# Question about transformer input/output rating

Discussion in 'Electronic Basics' started by Ken, May 7, 2004.

1. ### KenGuest

I bought a desklamp that has 35 Watt lamp, and a transformer.
The transformer input rating is 120V AC 60Hz 70W
Output rating is 12V AC 3000mA

Based on my limited knowledge, the output power should be 12*3000mA =
36 Watt.

My question are
1. since the transformer's input rating is 70W, what is the actual
power consumed by this transformer? or actually what is the power
consumed when I use this lamp (when the lamp itself is rated 35 watt)?

2. What is type II transformer?

Regards,
Ken

2. ### CFoley1064Guest

Subject: Question about transformer input/output rating
1) Assuming you're running straight 120VAC into the transformer, it probably
draws less than 40 watts total power from the line. As a "first cut", you can
assume a power transformer is better than 90% efficient when it is loaded
between 25% and 90% of rated load.

2) Class 2 is a U.L. term which indicates that the part meets specific safety
requirements as defined in U.L. 1585 or U.L. 1310.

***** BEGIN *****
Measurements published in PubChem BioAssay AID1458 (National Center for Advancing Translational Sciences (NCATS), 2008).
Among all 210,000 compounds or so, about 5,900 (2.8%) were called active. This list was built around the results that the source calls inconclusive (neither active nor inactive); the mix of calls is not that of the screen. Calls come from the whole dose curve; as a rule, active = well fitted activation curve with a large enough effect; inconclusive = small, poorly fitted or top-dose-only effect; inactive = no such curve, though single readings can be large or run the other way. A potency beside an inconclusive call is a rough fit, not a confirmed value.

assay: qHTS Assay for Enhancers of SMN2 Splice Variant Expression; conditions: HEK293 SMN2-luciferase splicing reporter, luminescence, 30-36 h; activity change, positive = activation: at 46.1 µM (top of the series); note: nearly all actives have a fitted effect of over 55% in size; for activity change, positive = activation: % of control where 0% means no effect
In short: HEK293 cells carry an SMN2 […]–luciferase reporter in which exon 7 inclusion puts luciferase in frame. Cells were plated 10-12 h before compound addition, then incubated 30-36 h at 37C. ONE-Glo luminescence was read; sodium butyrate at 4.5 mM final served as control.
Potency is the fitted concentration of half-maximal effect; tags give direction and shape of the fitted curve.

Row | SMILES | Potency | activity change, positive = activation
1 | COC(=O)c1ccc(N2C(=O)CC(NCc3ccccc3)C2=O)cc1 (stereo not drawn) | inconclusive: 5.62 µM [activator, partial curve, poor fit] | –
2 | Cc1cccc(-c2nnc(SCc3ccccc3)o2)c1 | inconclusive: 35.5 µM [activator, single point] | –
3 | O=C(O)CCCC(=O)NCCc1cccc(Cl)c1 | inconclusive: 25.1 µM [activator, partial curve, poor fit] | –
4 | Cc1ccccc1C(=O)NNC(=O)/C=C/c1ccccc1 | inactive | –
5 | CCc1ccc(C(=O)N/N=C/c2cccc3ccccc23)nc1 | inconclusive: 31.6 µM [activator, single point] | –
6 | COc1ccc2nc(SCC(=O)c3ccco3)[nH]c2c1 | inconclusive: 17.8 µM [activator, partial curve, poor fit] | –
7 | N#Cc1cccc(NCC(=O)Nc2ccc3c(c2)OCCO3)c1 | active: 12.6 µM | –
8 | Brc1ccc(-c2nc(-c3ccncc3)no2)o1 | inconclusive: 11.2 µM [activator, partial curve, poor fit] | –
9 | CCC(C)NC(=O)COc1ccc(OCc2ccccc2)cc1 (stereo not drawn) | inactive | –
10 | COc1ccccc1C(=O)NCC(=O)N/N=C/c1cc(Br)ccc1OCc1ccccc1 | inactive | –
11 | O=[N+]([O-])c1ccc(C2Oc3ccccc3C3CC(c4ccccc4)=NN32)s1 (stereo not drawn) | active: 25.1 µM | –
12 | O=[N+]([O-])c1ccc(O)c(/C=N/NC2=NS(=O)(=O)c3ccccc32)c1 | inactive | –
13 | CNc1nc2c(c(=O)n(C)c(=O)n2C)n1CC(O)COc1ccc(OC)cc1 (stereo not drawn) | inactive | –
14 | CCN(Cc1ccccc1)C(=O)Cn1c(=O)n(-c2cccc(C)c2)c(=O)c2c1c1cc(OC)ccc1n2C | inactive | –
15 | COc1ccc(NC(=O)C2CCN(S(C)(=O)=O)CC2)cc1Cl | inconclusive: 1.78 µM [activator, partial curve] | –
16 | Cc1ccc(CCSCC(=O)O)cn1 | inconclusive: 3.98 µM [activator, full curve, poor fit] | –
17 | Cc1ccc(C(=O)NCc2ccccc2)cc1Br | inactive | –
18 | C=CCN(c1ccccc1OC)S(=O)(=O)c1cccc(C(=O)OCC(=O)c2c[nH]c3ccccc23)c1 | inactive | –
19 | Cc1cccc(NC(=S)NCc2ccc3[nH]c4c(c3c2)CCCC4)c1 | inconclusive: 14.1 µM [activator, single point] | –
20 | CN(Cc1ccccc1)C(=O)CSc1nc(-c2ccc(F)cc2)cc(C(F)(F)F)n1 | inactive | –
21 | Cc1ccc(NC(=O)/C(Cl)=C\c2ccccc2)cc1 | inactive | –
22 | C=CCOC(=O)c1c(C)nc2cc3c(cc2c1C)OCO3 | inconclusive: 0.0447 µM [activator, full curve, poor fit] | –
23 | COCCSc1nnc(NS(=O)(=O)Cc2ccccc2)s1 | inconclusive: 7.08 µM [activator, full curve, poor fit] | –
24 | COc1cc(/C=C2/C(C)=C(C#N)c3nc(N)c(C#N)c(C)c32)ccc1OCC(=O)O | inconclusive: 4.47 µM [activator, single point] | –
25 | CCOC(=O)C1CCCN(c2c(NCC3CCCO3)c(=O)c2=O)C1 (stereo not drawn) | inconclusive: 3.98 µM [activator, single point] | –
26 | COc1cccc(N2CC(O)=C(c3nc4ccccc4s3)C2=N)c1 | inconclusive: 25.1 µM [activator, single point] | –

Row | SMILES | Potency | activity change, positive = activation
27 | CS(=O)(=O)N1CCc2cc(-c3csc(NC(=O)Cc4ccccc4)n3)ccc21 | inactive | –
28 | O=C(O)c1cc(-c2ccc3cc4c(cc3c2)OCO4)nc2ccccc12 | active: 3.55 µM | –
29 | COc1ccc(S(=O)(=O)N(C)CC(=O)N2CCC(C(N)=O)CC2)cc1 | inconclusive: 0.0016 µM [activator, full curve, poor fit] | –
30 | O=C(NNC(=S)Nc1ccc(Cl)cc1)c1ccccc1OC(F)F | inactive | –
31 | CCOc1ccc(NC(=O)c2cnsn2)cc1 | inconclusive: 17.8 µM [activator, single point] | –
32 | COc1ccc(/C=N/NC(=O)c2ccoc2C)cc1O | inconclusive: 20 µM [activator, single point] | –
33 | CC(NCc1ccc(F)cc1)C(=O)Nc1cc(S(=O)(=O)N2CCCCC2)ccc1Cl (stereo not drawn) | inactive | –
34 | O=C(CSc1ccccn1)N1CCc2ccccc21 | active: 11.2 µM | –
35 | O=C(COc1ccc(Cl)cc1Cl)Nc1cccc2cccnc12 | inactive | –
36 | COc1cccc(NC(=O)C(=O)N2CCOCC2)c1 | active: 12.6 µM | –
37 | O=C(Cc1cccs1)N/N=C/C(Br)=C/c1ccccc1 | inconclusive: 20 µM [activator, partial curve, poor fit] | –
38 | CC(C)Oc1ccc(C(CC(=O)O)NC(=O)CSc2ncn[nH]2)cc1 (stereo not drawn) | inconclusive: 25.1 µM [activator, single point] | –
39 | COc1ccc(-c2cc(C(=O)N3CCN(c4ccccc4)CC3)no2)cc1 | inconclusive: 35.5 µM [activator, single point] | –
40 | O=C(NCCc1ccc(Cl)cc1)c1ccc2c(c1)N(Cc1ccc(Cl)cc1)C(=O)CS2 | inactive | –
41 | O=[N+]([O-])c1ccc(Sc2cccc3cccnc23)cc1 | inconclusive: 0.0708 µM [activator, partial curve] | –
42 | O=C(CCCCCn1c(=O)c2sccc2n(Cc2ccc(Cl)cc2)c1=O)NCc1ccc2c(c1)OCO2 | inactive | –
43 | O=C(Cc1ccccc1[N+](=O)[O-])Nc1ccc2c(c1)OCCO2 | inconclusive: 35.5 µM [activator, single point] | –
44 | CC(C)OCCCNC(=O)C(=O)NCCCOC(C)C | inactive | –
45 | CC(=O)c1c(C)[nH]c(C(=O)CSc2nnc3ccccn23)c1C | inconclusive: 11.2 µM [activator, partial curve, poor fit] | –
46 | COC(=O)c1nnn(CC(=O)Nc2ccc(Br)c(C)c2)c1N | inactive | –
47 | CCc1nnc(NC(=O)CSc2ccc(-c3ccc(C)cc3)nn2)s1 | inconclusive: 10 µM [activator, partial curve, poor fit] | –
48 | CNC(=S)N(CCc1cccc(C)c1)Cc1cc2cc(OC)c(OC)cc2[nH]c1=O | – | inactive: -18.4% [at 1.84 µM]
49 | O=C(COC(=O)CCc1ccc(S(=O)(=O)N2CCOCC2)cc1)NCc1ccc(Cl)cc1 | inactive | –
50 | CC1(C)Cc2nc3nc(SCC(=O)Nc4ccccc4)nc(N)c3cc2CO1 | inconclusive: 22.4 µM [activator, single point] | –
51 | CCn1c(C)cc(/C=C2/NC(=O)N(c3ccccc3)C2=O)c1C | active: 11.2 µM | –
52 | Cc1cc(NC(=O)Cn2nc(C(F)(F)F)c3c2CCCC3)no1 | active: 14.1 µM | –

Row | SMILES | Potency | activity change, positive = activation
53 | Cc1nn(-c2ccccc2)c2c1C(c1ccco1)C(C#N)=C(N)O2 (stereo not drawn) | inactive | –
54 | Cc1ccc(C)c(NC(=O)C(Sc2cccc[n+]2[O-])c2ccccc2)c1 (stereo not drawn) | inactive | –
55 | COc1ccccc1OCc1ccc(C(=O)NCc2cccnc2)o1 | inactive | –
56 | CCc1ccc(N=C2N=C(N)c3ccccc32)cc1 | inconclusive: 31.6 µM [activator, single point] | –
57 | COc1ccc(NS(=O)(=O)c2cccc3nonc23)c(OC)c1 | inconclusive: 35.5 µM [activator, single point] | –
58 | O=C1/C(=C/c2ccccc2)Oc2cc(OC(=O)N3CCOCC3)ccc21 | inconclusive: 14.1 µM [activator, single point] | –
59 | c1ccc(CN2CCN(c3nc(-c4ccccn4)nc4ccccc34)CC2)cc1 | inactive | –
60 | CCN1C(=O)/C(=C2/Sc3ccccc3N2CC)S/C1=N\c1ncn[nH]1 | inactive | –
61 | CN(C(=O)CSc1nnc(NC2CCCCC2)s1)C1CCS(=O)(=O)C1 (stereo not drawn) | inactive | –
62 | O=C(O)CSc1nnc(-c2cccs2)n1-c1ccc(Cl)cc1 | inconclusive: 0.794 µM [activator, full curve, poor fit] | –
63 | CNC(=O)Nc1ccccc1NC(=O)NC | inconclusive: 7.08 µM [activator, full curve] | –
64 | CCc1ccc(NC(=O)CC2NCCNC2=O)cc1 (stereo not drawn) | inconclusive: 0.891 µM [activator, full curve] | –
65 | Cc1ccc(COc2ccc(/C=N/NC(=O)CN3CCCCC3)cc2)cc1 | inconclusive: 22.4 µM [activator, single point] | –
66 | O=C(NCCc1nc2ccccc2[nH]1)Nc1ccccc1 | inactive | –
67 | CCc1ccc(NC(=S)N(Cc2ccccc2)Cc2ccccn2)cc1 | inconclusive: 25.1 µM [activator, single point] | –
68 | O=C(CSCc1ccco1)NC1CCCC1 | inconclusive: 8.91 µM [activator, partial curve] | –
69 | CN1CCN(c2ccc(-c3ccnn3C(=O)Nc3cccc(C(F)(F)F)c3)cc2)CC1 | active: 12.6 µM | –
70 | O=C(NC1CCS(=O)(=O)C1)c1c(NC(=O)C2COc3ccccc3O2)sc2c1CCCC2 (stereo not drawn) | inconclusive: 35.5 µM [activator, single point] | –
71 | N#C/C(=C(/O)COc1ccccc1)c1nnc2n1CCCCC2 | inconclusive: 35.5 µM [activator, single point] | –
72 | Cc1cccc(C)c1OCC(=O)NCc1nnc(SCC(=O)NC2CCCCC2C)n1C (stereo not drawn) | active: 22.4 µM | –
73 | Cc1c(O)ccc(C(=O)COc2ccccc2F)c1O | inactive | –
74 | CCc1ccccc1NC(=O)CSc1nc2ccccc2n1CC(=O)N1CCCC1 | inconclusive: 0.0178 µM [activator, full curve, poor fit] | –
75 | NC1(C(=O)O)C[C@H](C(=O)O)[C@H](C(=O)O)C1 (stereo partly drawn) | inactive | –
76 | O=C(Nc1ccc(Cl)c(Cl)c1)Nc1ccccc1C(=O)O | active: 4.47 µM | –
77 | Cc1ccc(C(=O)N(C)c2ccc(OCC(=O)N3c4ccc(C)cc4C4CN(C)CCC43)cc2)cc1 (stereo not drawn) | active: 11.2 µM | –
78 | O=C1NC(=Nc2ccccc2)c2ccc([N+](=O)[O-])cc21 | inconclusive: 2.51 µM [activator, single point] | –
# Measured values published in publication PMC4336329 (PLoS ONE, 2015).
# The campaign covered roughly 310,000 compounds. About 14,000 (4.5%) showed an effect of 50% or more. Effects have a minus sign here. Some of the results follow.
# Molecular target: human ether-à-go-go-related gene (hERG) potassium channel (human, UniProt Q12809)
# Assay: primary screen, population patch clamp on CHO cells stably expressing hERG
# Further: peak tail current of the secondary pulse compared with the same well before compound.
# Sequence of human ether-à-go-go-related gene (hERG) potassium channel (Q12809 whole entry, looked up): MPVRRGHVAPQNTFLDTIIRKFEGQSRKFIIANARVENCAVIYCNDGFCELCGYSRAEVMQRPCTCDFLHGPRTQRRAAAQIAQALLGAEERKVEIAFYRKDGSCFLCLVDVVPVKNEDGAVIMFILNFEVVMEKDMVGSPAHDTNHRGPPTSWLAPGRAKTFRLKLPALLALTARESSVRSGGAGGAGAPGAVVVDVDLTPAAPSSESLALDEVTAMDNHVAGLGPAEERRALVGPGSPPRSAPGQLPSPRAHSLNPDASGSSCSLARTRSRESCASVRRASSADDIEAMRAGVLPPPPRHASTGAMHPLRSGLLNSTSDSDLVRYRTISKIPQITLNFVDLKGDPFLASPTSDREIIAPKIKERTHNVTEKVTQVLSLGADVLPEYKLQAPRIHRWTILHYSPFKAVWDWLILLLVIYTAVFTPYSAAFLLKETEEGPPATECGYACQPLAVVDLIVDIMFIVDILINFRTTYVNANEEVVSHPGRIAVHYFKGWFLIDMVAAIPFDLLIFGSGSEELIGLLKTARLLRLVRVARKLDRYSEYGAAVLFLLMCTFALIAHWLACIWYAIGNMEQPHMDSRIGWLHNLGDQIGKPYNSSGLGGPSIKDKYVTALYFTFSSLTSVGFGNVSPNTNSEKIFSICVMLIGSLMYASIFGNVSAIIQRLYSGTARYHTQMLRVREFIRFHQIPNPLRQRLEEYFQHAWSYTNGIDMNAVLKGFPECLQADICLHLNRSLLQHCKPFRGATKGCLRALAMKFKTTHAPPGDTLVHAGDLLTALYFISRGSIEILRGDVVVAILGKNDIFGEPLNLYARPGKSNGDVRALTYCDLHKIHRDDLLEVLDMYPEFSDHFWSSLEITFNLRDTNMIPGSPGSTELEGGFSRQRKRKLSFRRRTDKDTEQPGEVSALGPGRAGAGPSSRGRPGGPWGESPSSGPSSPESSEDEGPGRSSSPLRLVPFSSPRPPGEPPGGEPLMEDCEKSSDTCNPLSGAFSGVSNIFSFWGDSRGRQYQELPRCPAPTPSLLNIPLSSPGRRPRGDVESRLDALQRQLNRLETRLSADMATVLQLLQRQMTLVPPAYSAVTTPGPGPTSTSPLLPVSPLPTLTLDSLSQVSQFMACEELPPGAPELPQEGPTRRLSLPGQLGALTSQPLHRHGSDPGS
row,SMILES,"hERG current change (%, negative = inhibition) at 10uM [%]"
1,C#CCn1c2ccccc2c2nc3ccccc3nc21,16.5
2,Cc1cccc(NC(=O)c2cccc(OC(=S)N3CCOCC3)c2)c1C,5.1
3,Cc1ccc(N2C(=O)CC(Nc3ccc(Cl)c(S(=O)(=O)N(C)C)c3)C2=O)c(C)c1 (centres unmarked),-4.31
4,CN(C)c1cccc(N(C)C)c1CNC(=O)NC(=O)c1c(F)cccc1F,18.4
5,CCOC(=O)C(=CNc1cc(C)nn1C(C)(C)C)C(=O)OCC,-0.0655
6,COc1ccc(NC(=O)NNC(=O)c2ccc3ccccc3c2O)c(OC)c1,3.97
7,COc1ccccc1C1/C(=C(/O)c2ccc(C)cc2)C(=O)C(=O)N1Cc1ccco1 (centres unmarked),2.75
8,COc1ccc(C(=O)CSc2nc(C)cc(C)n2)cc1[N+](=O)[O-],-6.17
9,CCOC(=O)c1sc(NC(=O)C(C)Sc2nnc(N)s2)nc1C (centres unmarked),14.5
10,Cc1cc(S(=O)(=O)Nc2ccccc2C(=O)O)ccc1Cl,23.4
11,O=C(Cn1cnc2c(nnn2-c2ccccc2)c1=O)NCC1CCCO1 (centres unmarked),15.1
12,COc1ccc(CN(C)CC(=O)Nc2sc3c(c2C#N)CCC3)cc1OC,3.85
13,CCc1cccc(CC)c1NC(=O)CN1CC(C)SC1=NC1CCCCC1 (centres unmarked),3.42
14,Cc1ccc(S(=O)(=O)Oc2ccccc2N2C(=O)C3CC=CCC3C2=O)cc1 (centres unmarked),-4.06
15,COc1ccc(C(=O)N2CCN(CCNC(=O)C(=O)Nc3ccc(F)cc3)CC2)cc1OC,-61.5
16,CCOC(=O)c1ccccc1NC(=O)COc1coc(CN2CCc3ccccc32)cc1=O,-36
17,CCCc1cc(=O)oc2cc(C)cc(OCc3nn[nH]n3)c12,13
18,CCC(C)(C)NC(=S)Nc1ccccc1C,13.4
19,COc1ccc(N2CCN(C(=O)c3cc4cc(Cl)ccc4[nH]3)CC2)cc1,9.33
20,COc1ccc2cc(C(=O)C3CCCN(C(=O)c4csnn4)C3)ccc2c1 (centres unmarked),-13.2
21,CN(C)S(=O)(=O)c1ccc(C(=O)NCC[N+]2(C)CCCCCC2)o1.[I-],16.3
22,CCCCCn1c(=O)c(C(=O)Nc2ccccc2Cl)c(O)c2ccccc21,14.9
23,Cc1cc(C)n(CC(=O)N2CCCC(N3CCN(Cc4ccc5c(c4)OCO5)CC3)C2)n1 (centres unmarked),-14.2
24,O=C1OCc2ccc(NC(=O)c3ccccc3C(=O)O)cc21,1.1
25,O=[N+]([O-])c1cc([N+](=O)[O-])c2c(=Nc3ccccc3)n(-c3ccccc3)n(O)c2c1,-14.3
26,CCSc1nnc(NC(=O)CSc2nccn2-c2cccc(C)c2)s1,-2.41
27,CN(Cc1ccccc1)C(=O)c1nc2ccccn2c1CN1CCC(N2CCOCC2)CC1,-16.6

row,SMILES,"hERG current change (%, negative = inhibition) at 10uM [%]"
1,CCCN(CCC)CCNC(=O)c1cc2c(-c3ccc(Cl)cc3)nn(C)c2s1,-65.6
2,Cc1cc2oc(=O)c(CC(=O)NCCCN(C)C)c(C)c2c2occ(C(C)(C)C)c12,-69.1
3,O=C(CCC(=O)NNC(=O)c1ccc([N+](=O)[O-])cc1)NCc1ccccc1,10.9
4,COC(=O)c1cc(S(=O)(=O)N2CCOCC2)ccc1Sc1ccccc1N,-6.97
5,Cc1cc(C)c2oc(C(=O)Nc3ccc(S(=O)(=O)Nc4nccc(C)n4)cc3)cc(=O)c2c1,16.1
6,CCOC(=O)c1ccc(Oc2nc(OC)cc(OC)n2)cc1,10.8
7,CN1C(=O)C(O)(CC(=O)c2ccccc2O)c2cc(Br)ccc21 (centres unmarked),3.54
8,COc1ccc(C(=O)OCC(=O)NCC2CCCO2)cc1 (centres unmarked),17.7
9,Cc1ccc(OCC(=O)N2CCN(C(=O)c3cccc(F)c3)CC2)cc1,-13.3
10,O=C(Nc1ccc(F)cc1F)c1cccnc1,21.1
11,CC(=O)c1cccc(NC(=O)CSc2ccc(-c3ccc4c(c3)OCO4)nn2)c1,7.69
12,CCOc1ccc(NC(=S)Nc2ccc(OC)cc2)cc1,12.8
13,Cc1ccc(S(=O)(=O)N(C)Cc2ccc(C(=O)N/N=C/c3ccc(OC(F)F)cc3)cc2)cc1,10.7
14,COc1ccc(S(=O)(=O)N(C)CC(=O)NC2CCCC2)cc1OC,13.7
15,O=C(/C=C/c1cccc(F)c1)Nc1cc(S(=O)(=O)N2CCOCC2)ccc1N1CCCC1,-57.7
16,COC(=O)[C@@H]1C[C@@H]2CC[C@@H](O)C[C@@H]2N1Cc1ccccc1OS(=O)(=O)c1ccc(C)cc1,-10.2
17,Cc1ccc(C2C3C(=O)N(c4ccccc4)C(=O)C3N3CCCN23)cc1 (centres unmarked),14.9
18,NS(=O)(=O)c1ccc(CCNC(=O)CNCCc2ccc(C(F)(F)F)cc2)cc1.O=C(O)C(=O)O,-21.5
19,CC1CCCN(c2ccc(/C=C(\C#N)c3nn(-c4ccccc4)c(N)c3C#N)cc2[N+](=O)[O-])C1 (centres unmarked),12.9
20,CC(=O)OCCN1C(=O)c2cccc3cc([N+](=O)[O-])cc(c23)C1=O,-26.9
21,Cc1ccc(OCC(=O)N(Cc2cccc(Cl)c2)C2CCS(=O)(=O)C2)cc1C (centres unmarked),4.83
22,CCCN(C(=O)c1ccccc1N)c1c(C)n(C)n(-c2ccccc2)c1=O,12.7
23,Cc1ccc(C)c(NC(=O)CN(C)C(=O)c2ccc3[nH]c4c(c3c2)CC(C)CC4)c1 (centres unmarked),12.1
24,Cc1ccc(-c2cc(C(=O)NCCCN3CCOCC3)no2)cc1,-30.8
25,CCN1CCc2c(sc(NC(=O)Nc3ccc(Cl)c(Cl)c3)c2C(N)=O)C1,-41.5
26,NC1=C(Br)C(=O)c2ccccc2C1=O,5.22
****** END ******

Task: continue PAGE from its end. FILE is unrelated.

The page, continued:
http://www.stancor.com/jsp/baselecinf.jsp

Good luck
Chris

3. ### Robert C MonsenGuest

Power isn't consumed by a transfomer. The power rating indicates how
much power you can get out of it without overheating and possibly
destroying it. The connected devices consume the power, and determine
how much power is passed through it.

So, when you have a 35W lamp connected up, the transformer is passing
35W, and wasting perhaps a couple of watts in heat.

Regards,
Bob Monsen

4. ### KenGuest

The transformer is kind of big, and the lamp is pretty cheap. Is it
possible that this is a inefficient transformer that could need much
more power than output rating?
I wonder why the input rating is so high compared to the output rating
(70 W vs 36 W).

Regards,
Ken

5. ### John PopelishGuest

I'm not an expert on the meaning of "type II" but it might mean that
the transformer is capable of shorted secondary operation while it
limits the input power to no more than 70 watts. This implies a lot
of leakage inductance between primary and secondary and would make it
have very poor voltage regulation and the secondary voltage would be
expected to be quite a bit higher at no load than it is with a 36 watt
load. Try measuring the output voltage with the normal and open
circuit secondary.